Caribbean News

131 Jamaican companies operating in Special Economic Zones, SEZs

Chief Executive Officer (CEO) of the Jamaica Special Economic Zones Authority (JSEZA), Dr. Eric Deans (right), greets JSEZA’s Senior Legal Officer and Corporate Secretary, Chantal Bennett (left), following a sensitisation session hosted by the Authority, on February 21, at the S Hotel in Montego Bay, St. James. Sharing in the moment is Director, Regulations, Policy, Enforcement and Monitoring, JSEZA, Ainsley Brown.

#MONTEGO BAY, Feb. 24 (JIS): The Jamaica Special Economic Zone Authority (JSEZA) is reporting that there are 131 entities operating in the country’s Special Economic Zones (SEZs), with a total investment of more than US$1 billion.

           The Authority says since the SEZ Act was passed in 2016, it has successfully transitioned more than 106 entities from free zones to SEZs, and has added a number of new companies.

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           Chief Executive Officer (CEO) of the JSEZA, Dr. Eric Deans, told JIS News that the Authority continues the push to heighten stakeholder interest in the SEZ to catalyse further economic development.

          “So, by any measure, this is quite a substantial economic space. We expect that all these numbers will grow substantially. It is quite a diverse industry and our intention is to have further diversification in the sector,” he said.

          Dr. Deans was speaking at a JSEZA sensitisation session on February 21, held at the S Hotel in Montego Bay, St. James.

          The session focused on the importance of regulation and monitoring by JSEZA and the roles of Tax Administration Jamaica (TAJ) and Jamaica Customs Agency (JCA) in the operation of free zones, now referred to as ‘zones’.

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          “The goal of the SEZ regime is not to have a big stick over entities seeking to conduct their business. Like Singapore, the purpose of the regulations is to create a regime that will facilitate business, while fostering economic growth,” Dr. Deans pointed out.

           He stressed that regulations are important when monitoring developers and occupants, because SEZ incentives are primarily tax benefits.

           “A Special Economic Zone is a preferential tax agreement. As such, it provides considerable fiscal incentives to the entities… and as such, getting those benefits comes with certain responsibilities,” he said.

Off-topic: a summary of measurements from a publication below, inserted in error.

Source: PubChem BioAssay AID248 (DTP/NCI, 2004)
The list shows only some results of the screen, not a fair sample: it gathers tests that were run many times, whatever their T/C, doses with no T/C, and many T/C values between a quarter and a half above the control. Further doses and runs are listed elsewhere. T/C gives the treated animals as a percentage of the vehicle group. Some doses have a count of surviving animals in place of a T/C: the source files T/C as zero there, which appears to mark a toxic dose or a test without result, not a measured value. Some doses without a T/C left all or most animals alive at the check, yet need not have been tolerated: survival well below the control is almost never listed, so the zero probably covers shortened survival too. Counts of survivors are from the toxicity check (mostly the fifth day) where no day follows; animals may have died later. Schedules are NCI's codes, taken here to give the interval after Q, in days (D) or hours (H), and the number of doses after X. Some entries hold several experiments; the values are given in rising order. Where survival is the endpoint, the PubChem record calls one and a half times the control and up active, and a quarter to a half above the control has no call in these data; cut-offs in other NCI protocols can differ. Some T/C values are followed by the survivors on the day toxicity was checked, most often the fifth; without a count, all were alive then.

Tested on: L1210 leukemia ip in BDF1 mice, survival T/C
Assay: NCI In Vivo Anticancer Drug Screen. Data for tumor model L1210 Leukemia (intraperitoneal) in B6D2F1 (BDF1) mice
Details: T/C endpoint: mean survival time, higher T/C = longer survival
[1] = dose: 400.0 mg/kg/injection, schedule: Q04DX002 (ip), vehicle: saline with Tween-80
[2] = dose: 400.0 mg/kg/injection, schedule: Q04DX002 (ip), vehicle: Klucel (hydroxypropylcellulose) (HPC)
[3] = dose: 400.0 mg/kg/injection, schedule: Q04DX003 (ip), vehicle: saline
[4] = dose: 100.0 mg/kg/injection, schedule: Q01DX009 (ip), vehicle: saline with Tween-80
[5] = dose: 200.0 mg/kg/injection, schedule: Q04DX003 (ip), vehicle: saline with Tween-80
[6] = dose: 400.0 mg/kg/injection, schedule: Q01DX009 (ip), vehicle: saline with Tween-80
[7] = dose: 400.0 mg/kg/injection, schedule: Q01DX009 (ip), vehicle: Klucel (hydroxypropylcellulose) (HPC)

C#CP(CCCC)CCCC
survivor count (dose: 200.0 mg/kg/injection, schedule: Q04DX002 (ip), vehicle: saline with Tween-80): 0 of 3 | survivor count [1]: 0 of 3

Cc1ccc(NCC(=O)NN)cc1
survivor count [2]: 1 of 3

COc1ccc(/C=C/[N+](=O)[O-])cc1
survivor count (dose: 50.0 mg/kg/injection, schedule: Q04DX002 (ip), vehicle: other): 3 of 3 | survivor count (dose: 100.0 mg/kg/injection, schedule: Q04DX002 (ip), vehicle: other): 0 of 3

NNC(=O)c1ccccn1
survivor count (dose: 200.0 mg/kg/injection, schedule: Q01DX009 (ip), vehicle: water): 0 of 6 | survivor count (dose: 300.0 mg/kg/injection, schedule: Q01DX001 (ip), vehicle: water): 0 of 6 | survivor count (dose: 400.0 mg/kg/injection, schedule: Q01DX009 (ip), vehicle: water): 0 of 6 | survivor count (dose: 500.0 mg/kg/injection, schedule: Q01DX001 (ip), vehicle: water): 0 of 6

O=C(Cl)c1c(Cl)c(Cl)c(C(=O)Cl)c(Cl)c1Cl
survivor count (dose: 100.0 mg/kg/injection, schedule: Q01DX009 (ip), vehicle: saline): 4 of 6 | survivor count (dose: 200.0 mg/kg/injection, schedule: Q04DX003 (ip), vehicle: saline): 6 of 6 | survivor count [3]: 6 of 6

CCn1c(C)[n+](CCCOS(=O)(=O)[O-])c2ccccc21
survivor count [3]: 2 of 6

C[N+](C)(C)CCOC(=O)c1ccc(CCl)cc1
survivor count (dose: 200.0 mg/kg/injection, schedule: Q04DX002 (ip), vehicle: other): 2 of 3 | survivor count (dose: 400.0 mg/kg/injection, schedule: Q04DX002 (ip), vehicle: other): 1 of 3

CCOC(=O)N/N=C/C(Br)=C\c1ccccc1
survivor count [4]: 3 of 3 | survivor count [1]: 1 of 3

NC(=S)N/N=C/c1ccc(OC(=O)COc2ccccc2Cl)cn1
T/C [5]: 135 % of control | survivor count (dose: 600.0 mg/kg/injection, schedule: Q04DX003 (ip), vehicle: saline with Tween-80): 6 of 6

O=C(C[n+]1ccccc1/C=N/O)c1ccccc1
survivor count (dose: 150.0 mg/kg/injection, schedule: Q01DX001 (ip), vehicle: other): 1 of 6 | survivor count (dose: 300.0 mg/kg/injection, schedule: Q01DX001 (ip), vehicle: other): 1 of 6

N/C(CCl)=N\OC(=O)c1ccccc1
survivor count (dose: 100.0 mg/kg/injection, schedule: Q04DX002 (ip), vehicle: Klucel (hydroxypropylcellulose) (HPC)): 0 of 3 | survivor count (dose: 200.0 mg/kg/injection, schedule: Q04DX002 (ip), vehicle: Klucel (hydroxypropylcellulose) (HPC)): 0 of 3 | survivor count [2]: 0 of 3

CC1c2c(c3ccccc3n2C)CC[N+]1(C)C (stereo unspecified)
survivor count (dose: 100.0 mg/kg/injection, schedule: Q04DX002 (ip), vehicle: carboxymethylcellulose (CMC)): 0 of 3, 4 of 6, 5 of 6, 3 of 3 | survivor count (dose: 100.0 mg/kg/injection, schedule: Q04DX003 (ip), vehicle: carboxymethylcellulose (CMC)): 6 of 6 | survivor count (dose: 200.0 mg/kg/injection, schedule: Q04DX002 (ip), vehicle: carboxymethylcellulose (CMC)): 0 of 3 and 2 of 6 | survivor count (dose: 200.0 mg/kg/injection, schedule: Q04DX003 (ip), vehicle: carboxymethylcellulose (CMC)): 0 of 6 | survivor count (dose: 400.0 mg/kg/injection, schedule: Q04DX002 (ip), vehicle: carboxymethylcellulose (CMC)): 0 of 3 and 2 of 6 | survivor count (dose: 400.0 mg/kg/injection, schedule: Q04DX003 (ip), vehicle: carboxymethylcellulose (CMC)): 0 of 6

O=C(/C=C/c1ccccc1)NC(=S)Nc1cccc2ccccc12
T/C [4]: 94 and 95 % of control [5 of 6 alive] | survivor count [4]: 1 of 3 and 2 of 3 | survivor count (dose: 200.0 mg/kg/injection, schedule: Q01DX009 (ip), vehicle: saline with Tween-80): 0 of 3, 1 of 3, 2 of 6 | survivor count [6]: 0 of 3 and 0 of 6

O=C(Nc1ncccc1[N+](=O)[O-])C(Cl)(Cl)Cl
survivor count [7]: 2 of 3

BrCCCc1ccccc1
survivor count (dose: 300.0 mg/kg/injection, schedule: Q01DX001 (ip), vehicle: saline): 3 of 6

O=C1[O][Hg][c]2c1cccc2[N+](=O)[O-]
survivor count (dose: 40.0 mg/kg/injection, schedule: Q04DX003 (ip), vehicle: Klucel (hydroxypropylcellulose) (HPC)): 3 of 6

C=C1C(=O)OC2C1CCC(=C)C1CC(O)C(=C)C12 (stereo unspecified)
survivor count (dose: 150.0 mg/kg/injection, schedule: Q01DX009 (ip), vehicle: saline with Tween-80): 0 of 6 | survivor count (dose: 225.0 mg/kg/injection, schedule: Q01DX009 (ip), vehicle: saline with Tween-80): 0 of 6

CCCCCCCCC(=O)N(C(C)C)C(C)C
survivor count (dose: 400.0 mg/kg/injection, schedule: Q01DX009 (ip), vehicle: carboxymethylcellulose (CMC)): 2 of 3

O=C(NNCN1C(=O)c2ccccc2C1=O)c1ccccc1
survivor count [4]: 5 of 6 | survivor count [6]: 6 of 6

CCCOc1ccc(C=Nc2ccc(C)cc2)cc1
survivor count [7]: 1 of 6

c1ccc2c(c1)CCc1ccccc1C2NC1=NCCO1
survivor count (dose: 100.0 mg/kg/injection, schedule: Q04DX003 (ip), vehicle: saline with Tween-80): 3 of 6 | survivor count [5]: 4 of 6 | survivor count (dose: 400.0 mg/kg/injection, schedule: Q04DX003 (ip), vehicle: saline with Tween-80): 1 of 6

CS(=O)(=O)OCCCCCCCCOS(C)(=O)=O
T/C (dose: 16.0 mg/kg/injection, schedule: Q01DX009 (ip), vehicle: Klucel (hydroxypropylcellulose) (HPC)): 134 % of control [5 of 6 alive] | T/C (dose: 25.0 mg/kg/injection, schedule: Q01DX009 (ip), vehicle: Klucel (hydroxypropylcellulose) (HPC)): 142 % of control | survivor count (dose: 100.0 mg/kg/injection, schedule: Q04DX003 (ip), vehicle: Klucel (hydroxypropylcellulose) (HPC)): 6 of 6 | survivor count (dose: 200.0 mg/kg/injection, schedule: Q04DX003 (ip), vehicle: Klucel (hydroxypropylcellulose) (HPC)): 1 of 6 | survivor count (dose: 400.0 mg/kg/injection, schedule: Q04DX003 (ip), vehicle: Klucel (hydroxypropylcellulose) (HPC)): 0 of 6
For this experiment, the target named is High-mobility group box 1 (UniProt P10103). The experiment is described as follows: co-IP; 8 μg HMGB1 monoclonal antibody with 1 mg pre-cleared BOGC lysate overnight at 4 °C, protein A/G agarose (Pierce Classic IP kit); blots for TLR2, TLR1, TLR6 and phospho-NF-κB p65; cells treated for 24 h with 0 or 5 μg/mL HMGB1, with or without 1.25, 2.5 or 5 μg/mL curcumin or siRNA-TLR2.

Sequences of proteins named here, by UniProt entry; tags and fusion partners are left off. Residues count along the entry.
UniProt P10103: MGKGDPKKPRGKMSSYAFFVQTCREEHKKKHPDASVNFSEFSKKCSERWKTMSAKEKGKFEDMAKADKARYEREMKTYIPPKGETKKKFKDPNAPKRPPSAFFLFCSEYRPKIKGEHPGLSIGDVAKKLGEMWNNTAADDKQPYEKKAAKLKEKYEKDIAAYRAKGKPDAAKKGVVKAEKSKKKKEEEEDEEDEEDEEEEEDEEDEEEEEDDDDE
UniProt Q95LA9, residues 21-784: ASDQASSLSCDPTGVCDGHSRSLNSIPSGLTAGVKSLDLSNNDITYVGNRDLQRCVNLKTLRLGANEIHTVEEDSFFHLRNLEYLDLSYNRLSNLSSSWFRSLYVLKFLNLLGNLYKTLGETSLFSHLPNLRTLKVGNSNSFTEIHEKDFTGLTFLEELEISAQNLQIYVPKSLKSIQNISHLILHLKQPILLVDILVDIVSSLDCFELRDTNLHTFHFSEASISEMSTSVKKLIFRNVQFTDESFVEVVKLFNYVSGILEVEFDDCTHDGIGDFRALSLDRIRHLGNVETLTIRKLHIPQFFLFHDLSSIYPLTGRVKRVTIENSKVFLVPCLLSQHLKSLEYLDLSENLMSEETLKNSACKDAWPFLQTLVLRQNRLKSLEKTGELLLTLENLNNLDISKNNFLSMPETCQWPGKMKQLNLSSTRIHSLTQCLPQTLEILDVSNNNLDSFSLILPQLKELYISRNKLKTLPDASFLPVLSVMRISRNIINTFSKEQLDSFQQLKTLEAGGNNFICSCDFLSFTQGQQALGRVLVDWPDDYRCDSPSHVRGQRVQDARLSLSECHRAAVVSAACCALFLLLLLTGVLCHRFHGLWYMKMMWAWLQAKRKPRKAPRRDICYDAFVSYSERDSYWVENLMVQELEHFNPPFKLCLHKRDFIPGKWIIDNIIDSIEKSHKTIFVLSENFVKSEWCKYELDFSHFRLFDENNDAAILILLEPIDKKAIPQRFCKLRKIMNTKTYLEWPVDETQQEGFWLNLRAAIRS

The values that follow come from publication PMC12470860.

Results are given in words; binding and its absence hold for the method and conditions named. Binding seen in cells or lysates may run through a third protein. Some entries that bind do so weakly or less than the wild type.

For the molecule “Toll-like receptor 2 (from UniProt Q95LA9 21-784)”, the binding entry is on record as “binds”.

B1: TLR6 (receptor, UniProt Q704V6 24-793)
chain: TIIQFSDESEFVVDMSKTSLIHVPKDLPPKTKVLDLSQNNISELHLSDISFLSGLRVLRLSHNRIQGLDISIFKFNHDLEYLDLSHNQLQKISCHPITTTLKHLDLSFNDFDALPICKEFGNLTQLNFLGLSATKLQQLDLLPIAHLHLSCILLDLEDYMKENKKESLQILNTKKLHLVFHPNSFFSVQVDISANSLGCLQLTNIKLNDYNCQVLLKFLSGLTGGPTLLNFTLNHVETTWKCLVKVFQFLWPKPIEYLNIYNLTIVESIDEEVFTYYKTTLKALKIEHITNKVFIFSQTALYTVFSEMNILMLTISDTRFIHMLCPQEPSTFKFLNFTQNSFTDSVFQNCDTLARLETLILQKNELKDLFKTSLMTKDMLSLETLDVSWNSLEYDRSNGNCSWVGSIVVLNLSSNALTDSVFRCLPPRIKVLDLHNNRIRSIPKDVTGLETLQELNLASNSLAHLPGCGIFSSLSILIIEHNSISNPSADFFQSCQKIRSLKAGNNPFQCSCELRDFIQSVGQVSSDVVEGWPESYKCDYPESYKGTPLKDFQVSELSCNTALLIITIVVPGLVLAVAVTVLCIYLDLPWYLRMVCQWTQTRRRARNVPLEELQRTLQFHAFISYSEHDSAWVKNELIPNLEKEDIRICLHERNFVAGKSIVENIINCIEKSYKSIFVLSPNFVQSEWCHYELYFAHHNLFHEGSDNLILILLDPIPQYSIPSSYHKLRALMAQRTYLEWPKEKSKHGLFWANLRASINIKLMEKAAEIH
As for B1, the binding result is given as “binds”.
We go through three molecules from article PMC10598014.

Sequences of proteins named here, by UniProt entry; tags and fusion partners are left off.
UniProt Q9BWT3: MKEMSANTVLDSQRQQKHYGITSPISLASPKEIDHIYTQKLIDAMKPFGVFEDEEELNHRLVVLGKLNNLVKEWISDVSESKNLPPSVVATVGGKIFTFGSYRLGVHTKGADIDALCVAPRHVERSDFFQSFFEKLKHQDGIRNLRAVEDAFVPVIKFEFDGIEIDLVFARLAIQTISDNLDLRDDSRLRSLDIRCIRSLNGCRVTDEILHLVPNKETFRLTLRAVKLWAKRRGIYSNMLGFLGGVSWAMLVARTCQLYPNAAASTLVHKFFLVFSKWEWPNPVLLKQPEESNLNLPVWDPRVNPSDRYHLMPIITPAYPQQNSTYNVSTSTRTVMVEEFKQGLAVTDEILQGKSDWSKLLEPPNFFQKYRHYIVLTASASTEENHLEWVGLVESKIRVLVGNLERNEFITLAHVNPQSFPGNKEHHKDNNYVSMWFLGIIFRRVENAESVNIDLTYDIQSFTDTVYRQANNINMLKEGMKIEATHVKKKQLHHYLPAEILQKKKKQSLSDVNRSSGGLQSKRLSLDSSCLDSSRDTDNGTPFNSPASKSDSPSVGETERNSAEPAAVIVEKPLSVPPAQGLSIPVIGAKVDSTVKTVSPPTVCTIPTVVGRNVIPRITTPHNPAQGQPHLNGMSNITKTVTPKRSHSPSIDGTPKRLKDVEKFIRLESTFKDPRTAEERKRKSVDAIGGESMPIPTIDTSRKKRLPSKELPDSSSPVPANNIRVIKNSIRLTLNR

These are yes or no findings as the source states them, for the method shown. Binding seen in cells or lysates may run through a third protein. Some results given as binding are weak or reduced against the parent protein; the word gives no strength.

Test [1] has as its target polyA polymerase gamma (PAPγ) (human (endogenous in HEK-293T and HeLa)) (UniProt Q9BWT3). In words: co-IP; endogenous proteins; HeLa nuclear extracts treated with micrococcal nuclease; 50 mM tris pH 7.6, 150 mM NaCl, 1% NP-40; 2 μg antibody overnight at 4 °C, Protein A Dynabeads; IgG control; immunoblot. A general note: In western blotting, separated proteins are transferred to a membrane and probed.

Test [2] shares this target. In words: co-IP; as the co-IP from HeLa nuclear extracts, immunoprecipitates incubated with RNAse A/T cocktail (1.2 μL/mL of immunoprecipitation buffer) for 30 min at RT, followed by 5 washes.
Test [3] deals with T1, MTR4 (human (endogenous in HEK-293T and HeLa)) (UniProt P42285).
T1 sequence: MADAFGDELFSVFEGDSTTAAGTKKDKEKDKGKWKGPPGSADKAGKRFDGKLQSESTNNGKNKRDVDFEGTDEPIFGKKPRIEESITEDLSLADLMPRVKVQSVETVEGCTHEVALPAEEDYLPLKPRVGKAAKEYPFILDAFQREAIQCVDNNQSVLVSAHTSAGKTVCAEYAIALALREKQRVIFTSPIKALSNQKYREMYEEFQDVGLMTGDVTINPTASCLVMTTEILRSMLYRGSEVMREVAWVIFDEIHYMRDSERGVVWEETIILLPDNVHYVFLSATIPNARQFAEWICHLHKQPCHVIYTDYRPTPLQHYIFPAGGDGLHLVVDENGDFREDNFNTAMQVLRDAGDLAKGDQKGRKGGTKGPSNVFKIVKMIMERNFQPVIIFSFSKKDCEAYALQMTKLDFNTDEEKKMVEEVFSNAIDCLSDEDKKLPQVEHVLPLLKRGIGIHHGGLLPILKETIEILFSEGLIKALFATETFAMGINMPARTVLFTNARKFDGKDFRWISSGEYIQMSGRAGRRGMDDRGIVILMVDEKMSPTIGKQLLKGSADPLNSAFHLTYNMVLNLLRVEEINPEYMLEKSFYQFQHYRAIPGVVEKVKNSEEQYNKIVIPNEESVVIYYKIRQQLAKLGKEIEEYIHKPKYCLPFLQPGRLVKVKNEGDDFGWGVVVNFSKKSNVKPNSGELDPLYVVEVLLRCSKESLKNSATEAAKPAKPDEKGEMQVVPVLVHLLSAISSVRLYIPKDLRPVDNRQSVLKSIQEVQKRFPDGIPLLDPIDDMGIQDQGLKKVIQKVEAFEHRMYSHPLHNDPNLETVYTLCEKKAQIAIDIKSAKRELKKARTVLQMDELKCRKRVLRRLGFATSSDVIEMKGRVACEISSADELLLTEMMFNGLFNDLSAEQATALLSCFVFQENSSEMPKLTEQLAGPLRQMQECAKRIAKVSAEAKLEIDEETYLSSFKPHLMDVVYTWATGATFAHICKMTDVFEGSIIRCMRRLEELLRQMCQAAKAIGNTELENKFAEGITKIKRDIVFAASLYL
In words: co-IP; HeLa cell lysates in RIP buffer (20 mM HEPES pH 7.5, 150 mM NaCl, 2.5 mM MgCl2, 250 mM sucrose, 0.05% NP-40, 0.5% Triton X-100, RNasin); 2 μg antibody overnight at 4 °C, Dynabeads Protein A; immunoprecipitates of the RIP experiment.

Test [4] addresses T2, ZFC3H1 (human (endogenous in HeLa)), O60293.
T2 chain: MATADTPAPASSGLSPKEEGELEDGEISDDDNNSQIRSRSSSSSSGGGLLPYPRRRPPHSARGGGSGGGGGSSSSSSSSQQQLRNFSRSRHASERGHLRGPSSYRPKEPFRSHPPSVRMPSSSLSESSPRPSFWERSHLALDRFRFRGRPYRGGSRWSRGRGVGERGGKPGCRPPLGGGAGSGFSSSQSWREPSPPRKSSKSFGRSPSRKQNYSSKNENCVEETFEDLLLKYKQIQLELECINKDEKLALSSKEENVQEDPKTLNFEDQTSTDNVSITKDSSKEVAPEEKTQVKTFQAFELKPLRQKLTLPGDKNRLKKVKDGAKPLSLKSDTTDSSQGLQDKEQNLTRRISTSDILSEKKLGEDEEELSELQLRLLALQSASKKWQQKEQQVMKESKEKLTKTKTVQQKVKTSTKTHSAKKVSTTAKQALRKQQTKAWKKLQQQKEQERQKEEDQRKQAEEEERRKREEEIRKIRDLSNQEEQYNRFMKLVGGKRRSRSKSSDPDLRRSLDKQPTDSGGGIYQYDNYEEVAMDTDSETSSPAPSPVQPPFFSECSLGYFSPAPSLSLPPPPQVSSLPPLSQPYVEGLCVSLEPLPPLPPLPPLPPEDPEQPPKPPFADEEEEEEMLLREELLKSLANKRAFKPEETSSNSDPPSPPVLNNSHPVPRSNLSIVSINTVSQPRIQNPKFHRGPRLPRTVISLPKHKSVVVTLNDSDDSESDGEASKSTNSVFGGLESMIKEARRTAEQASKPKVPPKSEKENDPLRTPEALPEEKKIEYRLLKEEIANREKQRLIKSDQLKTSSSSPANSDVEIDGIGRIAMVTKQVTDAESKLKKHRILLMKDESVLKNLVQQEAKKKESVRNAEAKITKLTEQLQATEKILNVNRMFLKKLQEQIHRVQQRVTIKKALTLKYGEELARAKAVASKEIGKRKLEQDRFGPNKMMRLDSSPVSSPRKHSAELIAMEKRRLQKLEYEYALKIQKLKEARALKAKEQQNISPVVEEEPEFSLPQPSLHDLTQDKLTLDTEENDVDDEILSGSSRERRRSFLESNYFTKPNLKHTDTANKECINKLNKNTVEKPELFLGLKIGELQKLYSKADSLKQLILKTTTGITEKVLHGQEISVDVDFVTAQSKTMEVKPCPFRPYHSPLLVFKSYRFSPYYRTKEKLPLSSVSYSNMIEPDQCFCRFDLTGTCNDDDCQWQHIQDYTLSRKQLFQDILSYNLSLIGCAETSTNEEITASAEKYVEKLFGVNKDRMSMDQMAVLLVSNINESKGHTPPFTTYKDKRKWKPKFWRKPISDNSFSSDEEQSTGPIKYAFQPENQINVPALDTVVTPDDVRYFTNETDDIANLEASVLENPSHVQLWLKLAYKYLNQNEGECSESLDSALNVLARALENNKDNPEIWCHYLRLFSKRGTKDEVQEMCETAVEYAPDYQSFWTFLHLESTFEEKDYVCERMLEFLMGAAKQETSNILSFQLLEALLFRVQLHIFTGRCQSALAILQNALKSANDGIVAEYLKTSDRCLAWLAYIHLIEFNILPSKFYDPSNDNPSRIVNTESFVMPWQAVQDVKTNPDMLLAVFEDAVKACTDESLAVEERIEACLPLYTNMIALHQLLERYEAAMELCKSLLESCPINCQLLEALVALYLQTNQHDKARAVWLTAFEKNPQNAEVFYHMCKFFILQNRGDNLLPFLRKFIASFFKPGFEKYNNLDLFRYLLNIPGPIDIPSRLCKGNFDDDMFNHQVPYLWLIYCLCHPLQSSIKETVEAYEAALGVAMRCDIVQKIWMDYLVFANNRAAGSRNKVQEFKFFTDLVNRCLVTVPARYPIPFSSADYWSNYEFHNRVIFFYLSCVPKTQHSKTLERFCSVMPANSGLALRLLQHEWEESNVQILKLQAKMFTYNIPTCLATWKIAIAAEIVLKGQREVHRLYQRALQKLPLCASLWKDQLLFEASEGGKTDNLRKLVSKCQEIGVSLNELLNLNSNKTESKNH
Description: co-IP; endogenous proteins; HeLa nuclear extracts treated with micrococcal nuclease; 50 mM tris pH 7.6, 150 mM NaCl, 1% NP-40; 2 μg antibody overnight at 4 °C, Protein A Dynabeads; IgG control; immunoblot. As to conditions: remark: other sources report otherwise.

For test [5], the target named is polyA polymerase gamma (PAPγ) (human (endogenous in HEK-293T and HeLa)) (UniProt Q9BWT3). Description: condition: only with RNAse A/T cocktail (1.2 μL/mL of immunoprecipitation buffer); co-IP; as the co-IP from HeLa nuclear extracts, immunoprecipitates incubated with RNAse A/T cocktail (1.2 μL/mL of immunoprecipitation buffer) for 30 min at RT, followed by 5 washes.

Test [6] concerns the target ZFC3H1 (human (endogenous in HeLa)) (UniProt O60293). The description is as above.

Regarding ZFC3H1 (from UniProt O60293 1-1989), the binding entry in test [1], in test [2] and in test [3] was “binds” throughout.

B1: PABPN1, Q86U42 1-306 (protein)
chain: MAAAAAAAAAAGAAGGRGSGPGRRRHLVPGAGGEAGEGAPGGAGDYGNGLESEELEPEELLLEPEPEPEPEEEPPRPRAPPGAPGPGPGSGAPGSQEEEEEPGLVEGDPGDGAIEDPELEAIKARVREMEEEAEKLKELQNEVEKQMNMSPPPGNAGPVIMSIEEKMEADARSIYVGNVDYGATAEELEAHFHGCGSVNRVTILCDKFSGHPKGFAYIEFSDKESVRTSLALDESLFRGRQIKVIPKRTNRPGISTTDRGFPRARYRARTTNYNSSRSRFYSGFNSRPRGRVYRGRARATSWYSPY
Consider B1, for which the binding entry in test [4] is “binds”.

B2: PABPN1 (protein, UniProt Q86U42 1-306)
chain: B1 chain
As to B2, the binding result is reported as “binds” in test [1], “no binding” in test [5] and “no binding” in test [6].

“We want to ensure that, going forward, every entity that was in this space that became a part of this family had a proper gazette, had proper operating procedures and had proper safety and security procedures and would feel secure in their operating certificate,” Dr. Deans added.


Chief Executive Officer (CEO) of the Jamaica Special Economic Zones Authority (JSEZA), Dr. Eric Deans (third left), with (from left) JSEZA Senior Legal Officer and Corporate Secretary, Chantal Bennett; Director, Regulations, Policy, Enforcement and Monitoring, JSEZA, Ainsley Brown; and Operations Manager, Jamaica Customs Agency Freezone, Bridgette Pinnock, following a sensitisation session hosted by the Authority, on February 21, at the S Hotel in Montego Bay, St. James.

          He said the Authority will continue to facilitate opportunities for value-added industries within the SEZ.

          “Having put in place this new Act, our job is to facilitate developers and occupants to build world-class facilities. We are moving towards larger zones, based on the interest that we have been seeing. The intention for the regime is to facilitate heavy and light industry, the global services sector (GSS) and other commercial activities and ensuring that where these sites are selected, that the proper offsite infrastructure is supported,” Dr. Deans highlighted.

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